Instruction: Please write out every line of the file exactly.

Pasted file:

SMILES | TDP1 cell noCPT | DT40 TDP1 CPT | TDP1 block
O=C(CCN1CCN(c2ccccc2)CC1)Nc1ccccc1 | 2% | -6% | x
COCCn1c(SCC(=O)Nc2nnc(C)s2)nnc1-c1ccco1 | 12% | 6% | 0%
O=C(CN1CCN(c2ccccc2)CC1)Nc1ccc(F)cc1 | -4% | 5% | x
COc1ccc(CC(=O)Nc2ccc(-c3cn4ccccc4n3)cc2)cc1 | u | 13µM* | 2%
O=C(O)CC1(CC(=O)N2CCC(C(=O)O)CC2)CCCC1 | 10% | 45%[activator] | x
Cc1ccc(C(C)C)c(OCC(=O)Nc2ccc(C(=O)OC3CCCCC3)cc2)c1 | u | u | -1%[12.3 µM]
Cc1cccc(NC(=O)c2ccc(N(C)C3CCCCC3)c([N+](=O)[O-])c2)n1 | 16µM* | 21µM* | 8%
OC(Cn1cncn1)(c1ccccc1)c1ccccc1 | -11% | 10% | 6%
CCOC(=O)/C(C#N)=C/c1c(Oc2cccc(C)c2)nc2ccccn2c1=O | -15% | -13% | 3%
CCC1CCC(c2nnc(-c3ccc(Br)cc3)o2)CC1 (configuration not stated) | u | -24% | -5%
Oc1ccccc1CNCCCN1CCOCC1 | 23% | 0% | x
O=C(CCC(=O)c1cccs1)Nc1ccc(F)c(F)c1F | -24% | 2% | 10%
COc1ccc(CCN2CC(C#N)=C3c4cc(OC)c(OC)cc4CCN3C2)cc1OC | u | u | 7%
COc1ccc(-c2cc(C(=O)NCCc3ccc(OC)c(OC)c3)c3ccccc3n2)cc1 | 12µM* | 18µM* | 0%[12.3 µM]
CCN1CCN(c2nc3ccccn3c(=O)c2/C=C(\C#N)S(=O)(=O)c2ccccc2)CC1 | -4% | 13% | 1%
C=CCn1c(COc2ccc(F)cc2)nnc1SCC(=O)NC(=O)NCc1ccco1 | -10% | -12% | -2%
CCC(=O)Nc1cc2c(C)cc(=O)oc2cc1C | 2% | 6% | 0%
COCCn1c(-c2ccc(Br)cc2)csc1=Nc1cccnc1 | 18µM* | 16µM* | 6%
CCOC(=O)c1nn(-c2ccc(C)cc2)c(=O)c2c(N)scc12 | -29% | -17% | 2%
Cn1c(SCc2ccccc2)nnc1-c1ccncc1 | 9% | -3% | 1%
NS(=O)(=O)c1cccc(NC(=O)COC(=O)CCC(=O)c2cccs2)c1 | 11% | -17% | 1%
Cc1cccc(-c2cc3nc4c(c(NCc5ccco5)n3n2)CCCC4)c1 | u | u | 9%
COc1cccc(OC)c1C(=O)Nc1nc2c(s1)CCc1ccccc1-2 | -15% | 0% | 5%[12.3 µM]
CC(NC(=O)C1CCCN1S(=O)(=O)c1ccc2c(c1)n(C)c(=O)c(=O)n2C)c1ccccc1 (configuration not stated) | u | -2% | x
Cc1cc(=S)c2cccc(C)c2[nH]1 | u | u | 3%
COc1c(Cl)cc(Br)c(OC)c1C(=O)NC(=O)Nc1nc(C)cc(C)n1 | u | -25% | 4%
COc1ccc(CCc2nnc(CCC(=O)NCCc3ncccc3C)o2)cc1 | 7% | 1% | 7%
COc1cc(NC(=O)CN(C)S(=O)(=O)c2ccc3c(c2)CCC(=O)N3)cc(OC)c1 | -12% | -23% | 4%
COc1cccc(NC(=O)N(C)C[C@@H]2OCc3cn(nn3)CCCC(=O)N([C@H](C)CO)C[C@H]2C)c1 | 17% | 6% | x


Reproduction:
SMILES | TDP1 cell noCPT | DT40 TDP1 CPT | TDP1 block
O=C(CCN1CCN(c2ccccc2)CC1)Nc1ccccc1 | 2% | -6% | x
COCCn1c(SCC(=O)Nc2nnc(C)s2)nnc1-c1ccco1 | 12% | 6% | 0%
O=C(CN1CCN(c2ccccc2)CC1)Nc1ccc(F)cc1 | -4% | 5% | x
COc1ccc(CC(=O)Nc2ccc(-c3cn4ccccc4n3)cc2)cc1 | u | 13µM* | 2%
O=C(O)CC1(CC(=O)N2CCC(C(=O)O)CC2)CCCC1 | 10% | 45%[activator] | x
Cc1ccc(C(C)C)c(OCC(=O)Nc2ccc(C(=O)OC3CCCCC3)cc2)c1 | u | u | -1%[12.3 µM]
Cc1cccc(NC(=O)c2ccc(N(C)C3CCCCC3)c([N+](=O)[O-])c2)n1 | 16µM* | 21µM* | 8%
OC(Cn1cncn1)(c1ccccc1)c1ccccc1 | -11% | 10% | 6%
CCOC(=O)/C(C#N)=C/c1c(Oc2cccc(C)c2)nc2ccccn2c1=O | -15% | -13% | 3%
CCC1CCC(c2nnc(-c3ccc(Br)cc3)o2)CC1 (configuration not stated) | u | -24% | -5%
Oc1ccccc1CNCCCN1CCOCC1 | 23% | 0% | x
O=C(CCC(=O)c1cccs1)Nc1ccc(F)c(F)c1F | -24% | 2% | 10%
COc1ccc(CCN2CC(C#N)=C3c4cc(OC)c(OC)cc4CCN3C2)cc1OC | u | u | 7%
COc1ccc(-c2cc(C(=O)NCCc3ccc(OC)c(OC)c3)c3ccccc3n2)cc1 | 12µM* | 18µM* | 0%[12.3 µM]
CCN1CCN(c2nc3ccccn3c(=O)c2/C=C(\C#N)S(=O)(=O)c2ccccc2)CC1 | -4% | 13% | 1%
C=CCn1c(COc2ccc(F)cc2)nnc1SCC(=O)NC(=O)NCc1ccco1 | -10% | -12% | -2%
CCC(=O)Nc1cc2c(C)cc(=O)oc2cc1C | 2% | 6% | 0%
COCCn1c(-c2ccc(Br)cc2)csc1=Nc1cccnc1 | 18µM* | 16µM* | 6%
CCOC(=O)c1nn(-c2ccc(C)cc2)c(=O)c2c(N)scc12 | -29% | -17% | 2%
Cn1c(SCc2ccccc2)nnc1-c1ccncc1 | 9% | -3% | 1%
NS(=O)(=O)c1cccc(NC(=O)COC(=O)CCC(=O)c2cccs2)c1 | 11% | -17% | 1%
Cc1cccc(-c2cc3nc4c(c(NCc5ccco5)n3n2)CCCC4)c1 | u | u | 9%
COc1cccc(OC)c1C(=O)Nc1nc2c(s1)CCc1ccccc1-2 | -15% | 0% | 5%[12.3 µM]
CC(NC(=O)C1CCCN1S(=O)(=O)c1ccc2c(c1)n(C)c(=O)c(=O)n2C)c1ccccc1 (configuration not stated) | u | -2% | x
Cc1cc(=S)c2cccc(C)c2[nH]1 | u | u | 3%
COc1c(Cl)cc(Br)c(OC)c1C(=O)NC(=O)Nc1nc(C)cc(C)n1 | u | -25% | 4%
COc1ccc(CCc2nnc(CCC(=O)NCCc3ncccc3C)o2)cc1 | 7% | 1% | 7%
COc1cc(NC(=O)CN(C)S(=O)(=O)c2ccc3c(c2)CCC(=O)N3)cc(OC)c1 | -12% | -23% | 4%
COc1cccc(NC(=O)N(C)C[C@@H]2OCc3cn(nn3)CCCC(=O)N([C@H](C)CO)C[C@H]2C)c1 | 17% | 6% | x